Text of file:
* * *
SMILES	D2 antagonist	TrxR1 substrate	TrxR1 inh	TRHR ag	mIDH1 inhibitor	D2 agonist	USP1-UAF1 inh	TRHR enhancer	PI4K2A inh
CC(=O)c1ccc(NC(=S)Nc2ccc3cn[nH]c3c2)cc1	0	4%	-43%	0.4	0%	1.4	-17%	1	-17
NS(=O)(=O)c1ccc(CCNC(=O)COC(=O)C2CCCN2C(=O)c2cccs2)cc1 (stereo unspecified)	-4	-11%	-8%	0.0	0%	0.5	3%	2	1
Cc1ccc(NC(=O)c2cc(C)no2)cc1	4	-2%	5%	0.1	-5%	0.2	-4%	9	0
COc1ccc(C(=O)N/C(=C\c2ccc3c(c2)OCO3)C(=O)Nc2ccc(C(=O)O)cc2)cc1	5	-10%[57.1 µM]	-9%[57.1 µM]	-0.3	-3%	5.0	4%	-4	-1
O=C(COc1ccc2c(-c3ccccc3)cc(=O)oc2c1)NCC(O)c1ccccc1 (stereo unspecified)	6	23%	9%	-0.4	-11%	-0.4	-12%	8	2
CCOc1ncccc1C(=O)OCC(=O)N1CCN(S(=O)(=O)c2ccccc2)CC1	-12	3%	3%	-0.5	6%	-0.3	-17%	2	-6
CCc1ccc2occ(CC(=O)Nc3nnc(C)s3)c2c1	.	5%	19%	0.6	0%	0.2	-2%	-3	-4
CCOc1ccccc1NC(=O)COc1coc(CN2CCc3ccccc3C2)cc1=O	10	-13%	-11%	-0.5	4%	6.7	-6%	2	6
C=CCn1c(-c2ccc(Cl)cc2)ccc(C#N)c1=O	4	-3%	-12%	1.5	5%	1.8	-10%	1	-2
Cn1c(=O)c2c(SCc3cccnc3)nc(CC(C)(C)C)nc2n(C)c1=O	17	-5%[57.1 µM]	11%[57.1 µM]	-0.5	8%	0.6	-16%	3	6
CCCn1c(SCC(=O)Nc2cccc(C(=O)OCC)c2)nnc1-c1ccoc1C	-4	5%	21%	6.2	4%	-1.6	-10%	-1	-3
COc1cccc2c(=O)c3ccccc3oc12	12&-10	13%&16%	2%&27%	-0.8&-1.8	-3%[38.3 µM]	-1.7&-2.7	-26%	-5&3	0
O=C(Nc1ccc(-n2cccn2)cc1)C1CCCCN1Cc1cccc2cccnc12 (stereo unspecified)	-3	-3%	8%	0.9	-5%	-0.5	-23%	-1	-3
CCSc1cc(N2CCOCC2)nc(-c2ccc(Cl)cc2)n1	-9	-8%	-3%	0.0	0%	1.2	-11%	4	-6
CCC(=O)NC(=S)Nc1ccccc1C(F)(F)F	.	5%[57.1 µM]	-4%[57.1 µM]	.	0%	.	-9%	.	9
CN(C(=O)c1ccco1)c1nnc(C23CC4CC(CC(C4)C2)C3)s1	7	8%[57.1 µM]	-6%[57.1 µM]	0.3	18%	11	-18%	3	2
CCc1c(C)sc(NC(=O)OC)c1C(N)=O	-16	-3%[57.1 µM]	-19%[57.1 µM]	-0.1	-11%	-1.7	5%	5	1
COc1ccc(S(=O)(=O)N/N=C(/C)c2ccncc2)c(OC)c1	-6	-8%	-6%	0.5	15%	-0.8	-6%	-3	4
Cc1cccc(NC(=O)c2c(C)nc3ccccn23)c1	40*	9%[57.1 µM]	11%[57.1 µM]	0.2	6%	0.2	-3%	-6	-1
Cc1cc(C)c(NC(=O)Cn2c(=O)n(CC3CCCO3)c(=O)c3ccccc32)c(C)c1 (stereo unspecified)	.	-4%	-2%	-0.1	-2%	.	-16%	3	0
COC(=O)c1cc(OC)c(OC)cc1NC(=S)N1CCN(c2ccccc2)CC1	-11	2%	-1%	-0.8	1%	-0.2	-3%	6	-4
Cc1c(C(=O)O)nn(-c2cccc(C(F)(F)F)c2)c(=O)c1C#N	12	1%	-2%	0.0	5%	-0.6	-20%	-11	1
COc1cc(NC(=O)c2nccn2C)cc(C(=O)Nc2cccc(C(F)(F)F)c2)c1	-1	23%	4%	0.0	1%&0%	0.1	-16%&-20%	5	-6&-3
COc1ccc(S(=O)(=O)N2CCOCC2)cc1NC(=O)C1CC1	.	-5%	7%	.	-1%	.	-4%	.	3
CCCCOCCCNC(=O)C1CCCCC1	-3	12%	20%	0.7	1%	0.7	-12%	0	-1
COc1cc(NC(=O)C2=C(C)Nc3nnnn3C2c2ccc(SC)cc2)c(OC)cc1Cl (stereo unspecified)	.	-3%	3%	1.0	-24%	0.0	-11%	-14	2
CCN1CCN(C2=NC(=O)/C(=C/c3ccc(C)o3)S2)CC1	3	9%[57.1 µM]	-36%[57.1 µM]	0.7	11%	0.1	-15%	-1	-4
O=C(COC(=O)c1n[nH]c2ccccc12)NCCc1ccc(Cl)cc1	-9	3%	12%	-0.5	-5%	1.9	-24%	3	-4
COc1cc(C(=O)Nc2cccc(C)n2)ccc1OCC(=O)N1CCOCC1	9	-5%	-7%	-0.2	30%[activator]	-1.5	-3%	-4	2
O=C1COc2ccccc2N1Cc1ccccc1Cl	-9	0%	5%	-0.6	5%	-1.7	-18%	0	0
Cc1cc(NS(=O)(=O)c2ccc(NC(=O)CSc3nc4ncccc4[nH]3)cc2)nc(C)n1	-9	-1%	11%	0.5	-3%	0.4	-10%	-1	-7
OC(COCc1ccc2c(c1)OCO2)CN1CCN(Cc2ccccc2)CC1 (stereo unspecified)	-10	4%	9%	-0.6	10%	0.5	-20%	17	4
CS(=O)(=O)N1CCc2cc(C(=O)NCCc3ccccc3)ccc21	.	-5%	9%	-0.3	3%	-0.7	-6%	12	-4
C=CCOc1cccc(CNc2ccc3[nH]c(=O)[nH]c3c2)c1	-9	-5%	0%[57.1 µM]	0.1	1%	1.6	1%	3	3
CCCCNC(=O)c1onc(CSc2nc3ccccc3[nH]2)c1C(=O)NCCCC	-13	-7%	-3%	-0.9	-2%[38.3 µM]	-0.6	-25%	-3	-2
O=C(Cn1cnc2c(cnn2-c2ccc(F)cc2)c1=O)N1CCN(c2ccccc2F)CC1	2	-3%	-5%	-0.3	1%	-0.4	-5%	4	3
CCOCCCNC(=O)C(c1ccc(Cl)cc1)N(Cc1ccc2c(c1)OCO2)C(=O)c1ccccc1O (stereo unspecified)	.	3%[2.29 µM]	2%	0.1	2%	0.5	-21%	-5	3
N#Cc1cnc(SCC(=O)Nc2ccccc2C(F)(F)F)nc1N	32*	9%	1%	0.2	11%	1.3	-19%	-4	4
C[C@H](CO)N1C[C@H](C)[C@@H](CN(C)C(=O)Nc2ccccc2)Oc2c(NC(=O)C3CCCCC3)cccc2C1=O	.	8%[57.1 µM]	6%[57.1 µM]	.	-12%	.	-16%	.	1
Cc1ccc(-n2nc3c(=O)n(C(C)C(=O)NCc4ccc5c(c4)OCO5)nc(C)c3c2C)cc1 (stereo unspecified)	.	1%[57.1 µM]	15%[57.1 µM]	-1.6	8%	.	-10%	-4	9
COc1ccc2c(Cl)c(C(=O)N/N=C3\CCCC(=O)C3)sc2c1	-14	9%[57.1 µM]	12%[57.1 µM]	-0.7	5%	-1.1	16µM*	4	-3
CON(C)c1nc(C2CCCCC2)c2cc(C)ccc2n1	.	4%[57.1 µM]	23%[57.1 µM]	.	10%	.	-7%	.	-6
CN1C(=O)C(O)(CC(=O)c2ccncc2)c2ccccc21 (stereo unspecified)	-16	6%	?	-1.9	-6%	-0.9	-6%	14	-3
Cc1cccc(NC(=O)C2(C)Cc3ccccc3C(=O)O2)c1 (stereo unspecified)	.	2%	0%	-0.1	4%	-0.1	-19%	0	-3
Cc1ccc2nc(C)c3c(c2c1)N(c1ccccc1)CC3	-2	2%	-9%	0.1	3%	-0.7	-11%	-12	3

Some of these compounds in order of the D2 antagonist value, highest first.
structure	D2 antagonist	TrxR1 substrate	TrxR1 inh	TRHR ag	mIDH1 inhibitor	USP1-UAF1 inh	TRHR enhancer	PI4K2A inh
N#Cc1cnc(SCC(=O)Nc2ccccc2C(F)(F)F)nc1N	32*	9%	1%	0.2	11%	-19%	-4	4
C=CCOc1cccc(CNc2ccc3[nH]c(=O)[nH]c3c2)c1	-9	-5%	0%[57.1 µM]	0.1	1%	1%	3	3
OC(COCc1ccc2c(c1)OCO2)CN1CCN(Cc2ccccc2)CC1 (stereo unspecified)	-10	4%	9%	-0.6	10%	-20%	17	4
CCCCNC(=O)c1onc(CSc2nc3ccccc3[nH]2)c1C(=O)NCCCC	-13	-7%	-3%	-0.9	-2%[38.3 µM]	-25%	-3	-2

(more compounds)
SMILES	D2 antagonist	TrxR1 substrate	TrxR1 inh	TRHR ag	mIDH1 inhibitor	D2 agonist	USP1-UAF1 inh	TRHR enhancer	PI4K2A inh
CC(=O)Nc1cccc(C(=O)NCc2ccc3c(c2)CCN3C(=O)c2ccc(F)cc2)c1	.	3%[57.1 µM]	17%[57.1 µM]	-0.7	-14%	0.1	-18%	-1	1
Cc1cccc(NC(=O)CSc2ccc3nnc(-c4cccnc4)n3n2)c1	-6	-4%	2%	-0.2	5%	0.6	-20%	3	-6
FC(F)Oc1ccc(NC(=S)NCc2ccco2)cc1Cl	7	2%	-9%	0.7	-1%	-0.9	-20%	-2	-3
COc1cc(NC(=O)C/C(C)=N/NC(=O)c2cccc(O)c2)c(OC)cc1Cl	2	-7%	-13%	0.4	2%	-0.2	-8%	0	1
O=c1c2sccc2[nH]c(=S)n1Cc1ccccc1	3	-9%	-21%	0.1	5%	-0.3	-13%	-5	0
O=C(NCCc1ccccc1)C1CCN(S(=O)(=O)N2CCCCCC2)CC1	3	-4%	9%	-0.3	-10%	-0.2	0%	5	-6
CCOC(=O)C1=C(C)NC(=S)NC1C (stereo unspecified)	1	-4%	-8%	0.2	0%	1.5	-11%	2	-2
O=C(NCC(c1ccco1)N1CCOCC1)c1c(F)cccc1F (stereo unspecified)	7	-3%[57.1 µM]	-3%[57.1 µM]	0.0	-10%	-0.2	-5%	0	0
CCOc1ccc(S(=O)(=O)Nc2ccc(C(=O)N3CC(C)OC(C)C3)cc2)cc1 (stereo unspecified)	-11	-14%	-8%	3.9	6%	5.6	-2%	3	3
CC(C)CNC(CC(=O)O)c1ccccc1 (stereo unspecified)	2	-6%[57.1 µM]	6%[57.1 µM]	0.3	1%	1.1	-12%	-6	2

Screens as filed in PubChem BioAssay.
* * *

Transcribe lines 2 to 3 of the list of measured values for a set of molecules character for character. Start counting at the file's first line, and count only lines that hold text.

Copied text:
CC(=O)c1ccc(NC(=S)Nc2ccc3cn[nH]c3c2)cc1	0	4%	-43%	0.4	0%	1.4	-17%	1	-17
NS(=O)(=O)c1ccc(CCNC(=O)COC(=O)C2CCCN2C(=O)c2cccs2)cc1 (stereo unspecified)	-4	-11%	-8%	0.0	0%	0.5	3%	2	1